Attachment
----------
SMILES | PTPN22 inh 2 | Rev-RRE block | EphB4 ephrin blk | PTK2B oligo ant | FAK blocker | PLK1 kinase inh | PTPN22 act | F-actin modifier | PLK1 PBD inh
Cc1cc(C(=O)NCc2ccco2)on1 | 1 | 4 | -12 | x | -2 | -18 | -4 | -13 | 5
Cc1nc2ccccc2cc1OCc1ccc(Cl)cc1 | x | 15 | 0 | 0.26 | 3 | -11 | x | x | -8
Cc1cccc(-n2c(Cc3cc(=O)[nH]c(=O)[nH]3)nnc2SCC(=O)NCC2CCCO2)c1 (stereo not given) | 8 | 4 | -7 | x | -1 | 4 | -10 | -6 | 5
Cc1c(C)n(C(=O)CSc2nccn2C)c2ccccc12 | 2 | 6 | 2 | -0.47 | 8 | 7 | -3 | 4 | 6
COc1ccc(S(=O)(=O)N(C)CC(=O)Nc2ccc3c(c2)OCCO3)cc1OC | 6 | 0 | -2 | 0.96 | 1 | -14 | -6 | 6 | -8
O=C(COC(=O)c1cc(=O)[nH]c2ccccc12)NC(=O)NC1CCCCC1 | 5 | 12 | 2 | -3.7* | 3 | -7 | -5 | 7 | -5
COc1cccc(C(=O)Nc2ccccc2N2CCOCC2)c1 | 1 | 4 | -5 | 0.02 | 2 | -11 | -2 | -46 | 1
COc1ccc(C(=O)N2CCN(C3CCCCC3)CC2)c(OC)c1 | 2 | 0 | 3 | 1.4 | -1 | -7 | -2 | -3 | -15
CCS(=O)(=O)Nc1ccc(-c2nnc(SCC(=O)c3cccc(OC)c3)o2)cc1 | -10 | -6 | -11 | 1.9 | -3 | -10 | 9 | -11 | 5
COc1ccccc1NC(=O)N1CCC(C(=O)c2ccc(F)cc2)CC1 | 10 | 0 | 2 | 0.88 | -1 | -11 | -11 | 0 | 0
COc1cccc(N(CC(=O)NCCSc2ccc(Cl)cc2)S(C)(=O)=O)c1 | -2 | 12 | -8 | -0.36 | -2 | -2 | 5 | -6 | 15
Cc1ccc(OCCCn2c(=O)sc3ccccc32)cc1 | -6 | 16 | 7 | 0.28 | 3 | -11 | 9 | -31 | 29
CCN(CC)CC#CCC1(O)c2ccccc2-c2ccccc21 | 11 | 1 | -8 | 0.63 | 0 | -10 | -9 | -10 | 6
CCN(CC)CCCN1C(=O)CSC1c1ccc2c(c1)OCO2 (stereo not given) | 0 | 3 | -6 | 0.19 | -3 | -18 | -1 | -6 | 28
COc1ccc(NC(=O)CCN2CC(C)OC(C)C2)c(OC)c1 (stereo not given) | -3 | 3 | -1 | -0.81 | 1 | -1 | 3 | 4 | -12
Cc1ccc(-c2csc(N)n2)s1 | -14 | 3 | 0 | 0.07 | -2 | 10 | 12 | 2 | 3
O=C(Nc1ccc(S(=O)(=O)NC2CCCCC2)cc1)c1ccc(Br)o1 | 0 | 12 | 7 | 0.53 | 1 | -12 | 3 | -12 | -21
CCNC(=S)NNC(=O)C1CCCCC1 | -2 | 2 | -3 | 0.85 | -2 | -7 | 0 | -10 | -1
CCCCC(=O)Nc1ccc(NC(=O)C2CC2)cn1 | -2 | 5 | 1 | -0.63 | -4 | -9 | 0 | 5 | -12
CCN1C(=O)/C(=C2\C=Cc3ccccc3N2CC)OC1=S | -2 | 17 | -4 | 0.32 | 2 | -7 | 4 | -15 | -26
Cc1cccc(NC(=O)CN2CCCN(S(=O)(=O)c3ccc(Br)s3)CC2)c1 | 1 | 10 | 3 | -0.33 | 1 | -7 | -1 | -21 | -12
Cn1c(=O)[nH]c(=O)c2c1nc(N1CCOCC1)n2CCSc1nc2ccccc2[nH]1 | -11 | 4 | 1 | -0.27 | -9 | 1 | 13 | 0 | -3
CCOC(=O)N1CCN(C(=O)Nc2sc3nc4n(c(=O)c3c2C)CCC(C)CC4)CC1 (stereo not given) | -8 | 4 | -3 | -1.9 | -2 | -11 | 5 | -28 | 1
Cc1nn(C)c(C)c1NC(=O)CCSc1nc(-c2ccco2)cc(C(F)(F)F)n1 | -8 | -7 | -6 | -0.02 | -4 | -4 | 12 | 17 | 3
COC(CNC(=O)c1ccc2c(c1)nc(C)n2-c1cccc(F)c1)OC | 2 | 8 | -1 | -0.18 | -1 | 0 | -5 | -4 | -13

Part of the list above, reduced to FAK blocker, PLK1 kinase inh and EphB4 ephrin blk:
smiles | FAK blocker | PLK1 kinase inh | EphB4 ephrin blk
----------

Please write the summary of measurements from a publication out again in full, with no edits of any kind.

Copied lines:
SMILES | PTPN22 inh 2 | Rev-RRE block | EphB4 ephrin blk | PTK2B oligo ant | FAK blocker | PLK1 kinase inh | PTPN22 act | F-actin modifier | PLK1 PBD inh
Cc1cc(C(=O)NCc2ccco2)on1 | 1 | 4 | -12 | x | -2 | -18 | -4 | -13 | 5
Cc1nc2ccccc2cc1OCc1ccc(Cl)cc1 | x | 15 | 0 | 0.26 | 3 | -11 | x | x | -8
Cc1cccc(-n2c(Cc3cc(=O)[nH]c(=O)[nH]3)nnc2SCC(=O)NCC2CCCO2)c1 (stereo not given) | 8 | 4 | -7 | x | -1 | 4 | -10 | -6 | 5
Cc1c(C)n(C(=O)CSc2nccn2C)c2ccccc12 | 2 | 6 | 2 | -0.47 | 8 | 7 | -3 | 4 | 6
COc1ccc(S(=O)(=O)N(C)CC(=O)Nc2ccc3c(c2)OCCO3)cc1OC | 6 | 0 | -2 | 0.96 | 1 | -14 | -6 | 6 | -8
O=C(COC(=O)c1cc(=O)[nH]c2ccccc12)NC(=O)NC1CCCCC1 | 5 | 12 | 2 | -3.7* | 3 | -7 | -5 | 7 | -5
COc1cccc(C(=O)Nc2ccccc2N2CCOCC2)c1 | 1 | 4 | -5 | 0.02 | 2 | -11 | -2 | -46 | 1
COc1ccc(C(=O)N2CCN(C3CCCCC3)CC2)c(OC)c1 | 2 | 0 | 3 | 1.4 | -1 | -7 | -2 | -3 | -15
CCS(=O)(=O)Nc1ccc(-c2nnc(SCC(=O)c3cccc(OC)c3)o2)cc1 | -10 | -6 | -11 | 1.9 | -3 | -10 | 9 | -11 | 5
COc1ccccc1NC(=O)N1CCC(C(=O)c2ccc(F)cc2)CC1 | 10 | 0 | 2 | 0.88 | -1 | -11 | -11 | 0 | 0
COc1cccc(N(CC(=O)NCCSc2ccc(Cl)cc2)S(C)(=O)=O)c1 | -2 | 12 | -8 | -0.36 | -2 | -2 | 5 | -6 | 15
Cc1ccc(OCCCn2c(=O)sc3ccccc32)cc1 | -6 | 16 | 7 | 0.28 | 3 | -11 | 9 | -31 | 29
CCN(CC)CC#CCC1(O)c2ccccc2-c2ccccc21 | 11 | 1 | -8 | 0.63 | 0 | -10 | -9 | -10 | 6
CCN(CC)CCCN1C(=O)CSC1c1ccc2c(c1)OCO2 (stereo not given) | 0 | 3 | -6 | 0.19 | -3 | -18 | -1 | -6 | 28
COc1ccc(NC(=O)CCN2CC(C)OC(C)C2)c(OC)c1 (stereo not given) | -3 | 3 | -1 | -0.81 | 1 | -1 | 3 | 4 | -12
Cc1ccc(-c2csc(N)n2)s1 | -14 | 3 | 0 | 0.07 | -2 | 10 | 12 | 2 | 3
O=C(Nc1ccc(S(=O)(=O)NC2CCCCC2)cc1)c1ccc(Br)o1 | 0 | 12 | 7 | 0.53 | 1 | -12 | 3 | -12 | -21
CCNC(=S)NNC(=O)C1CCCCC1 | -2 | 2 | -3 | 0.85 | -2 | -7 | 0 | -10 | -1
CCCCC(=O)Nc1ccc(NC(=O)C2CC2)cn1 | -2 | 5 | 1 | -0.63 | -4 | -9 | 0 | 5 | -12
CCN1C(=O)/C(=C2\C=Cc3ccccc3N2CC)OC1=S | -2 | 17 | -4 | 0.32 | 2 | -7 | 4 | -15 | -26
Cc1cccc(NC(=O)CN2CCCN(S(=O)(=O)c3ccc(Br)s3)CC2)c1 | 1 | 10 | 3 | -0.33 | 1 | -7 | -1 | -21 | -12
Cn1c(=O)[nH]c(=O)c2c1nc(N1CCOCC1)n2CCSc1nc2ccccc2[nH]1 | -11 | 4 | 1 | -0.27 | -9 | 1 | 13 | 0 | -3
CCOC(=O)N1CCN(C(=O)Nc2sc3nc4n(c(=O)c3c2C)CCC(C)CC4)CC1 (stereo not given) | -8 | 4 | -3 | -1.9 | -2 | -11 | 5 | -28 | 1
Cc1nn(C)c(C)c1NC(=O)CCSc1nc(-c2ccco2)cc(C(F)(F)F)n1 | -8 | -7 | -6 | -0.02 | -4 | -4 | 12 | 17 | 3
COC(CNC(=O)c1ccc2c(c1)nc(C)n2-c1cccc(F)c1)OC | 2 | 8 | -1 | -0.18 | -1 | 0 | -5 | -4 | -13

Part of the list above, reduced to FAK blocker, PLK1 kinase inh and EphB4 ephrin blk:
smiles | FAK blocker | PLK1 kinase inh | EphB4 ephrin blk